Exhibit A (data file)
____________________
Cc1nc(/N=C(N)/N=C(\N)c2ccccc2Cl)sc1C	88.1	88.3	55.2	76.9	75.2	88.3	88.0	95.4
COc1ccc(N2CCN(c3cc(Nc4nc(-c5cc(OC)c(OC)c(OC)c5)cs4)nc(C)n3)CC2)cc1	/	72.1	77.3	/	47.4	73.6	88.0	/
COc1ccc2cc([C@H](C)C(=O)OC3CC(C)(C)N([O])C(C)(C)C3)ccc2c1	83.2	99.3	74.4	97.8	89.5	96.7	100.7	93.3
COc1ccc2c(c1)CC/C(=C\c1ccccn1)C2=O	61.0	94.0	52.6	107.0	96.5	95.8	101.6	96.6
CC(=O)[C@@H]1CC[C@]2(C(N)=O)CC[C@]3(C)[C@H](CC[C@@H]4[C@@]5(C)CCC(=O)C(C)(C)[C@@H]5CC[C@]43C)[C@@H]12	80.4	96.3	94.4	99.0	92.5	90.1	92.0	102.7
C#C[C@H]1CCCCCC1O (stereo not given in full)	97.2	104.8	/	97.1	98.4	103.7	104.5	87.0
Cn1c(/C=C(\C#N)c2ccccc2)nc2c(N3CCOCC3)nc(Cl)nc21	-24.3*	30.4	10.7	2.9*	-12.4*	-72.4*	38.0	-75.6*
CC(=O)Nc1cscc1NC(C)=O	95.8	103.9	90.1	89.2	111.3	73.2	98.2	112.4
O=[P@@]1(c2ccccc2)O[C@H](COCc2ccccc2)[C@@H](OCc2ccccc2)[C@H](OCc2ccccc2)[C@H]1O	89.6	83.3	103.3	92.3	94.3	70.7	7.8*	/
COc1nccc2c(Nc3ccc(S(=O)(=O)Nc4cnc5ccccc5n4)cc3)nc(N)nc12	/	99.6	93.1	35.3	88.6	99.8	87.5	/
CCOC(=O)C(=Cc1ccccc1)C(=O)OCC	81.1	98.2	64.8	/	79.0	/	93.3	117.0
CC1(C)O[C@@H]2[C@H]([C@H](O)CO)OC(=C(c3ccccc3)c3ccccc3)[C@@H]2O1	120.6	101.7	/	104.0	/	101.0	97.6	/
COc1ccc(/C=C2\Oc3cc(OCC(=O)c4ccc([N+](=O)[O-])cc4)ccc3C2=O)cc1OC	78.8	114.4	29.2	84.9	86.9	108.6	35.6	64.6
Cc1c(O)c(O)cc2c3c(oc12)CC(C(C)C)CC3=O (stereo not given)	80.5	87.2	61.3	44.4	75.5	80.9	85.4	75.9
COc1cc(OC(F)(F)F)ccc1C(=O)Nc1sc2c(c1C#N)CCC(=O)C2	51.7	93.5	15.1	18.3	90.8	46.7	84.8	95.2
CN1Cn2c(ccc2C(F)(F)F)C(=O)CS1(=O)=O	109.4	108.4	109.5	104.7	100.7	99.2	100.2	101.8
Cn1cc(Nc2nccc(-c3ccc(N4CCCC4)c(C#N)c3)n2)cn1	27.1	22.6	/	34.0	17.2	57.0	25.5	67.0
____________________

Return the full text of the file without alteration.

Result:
Cc1nc(/N=C(N)/N=C(\N)c2ccccc2Cl)sc1C	88.1	88.3	55.2	76.9	75.2	88.3	88.0	95.4
COc1ccc(N2CCN(c3cc(Nc4nc(-c5cc(OC)c(OC)c(OC)c5)cs4)nc(C)n3)CC2)cc1	/	72.1	77.3	/	47.4	73.6	88.0	/
COc1ccc2cc([C@H](C)C(=O)OC3CC(C)(C)N([O])C(C)(C)C3)ccc2c1	83.2	99.3	74.4	97.8	89.5	96.7	100.7	93.3
COc1ccc2c(c1)CC/C(=C\c1ccccn1)C2=O	61.0	94.0	52.6	107.0	96.5	95.8	101.6	96.6
CC(=O)[C@@H]1CC[C@]2(C(N)=O)CC[C@]3(C)[C@H](CC[C@@H]4[C@@]5(C)CCC(=O)C(C)(C)[C@@H]5CC[C@]43C)[C@@H]12	80.4	96.3	94.4	99.0	92.5	90.1	92.0	102.7
C#C[C@H]1CCCCCC1O (stereo not given in full)	97.2	104.8	/	97.1	98.4	103.7	104.5	87.0
Cn1c(/C=C(\C#N)c2ccccc2)nc2c(N3CCOCC3)nc(Cl)nc21	-24.3*	30.4	10.7	2.9*	-12.4*	-72.4*	38.0	-75.6*
CC(=O)Nc1cscc1NC(C)=O	95.8	103.9	90.1	89.2	111.3	73.2	98.2	112.4
O=[P@@]1(c2ccccc2)O[C@H](COCc2ccccc2)[C@@H](OCc2ccccc2)[C@H](OCc2ccccc2)[C@H]1O	89.6	83.3	103.3	92.3	94.3	70.7	7.8*	/
COc1nccc2c(Nc3ccc(S(=O)(=O)Nc4cnc5ccccc5n4)cc3)nc(N)nc12	/	99.6	93.1	35.3	88.6	99.8	87.5	/
CCOC(=O)C(=Cc1ccccc1)C(=O)OCC	81.1	98.2	64.8	/	79.0	/	93.3	117.0
CC1(C)O[C@@H]2[C@H]([C@H](O)CO)OC(=C(c3ccccc3)c3ccccc3)[C@@H]2O1	120.6	101.7	/	104.0	/	101.0	97.6	/
COc1ccc(/C=C2\Oc3cc(OCC(=O)c4ccc([N+](=O)[O-])cc4)ccc3C2=O)cc1OC	78.8	114.4	29.2	84.9	86.9	108.6	35.6	64.6
Cc1c(O)c(O)cc2c3c(oc12)CC(C(C)C)CC3=O (stereo not given)	80.5	87.2	61.3	44.4	75.5	80.9	85.4	75.9
COc1cc(OC(F)(F)F)ccc1C(=O)Nc1sc2c(c1C#N)CCC(=O)C2	51.7	93.5	15.1	18.3	90.8	46.7	84.8	95.2
CN1Cn2c(ccc2C(F)(F)F)C(=O)CS1(=O)=O	109.4	108.4	109.5	104.7	100.7	99.2	100.2	101.8
Cn1cc(Nc2nccc(-c3ccc(N4CCCC4)c(C#N)c3)n2)cn1	27.1	22.6	/	34.0	17.2	57.0	25.5	67.0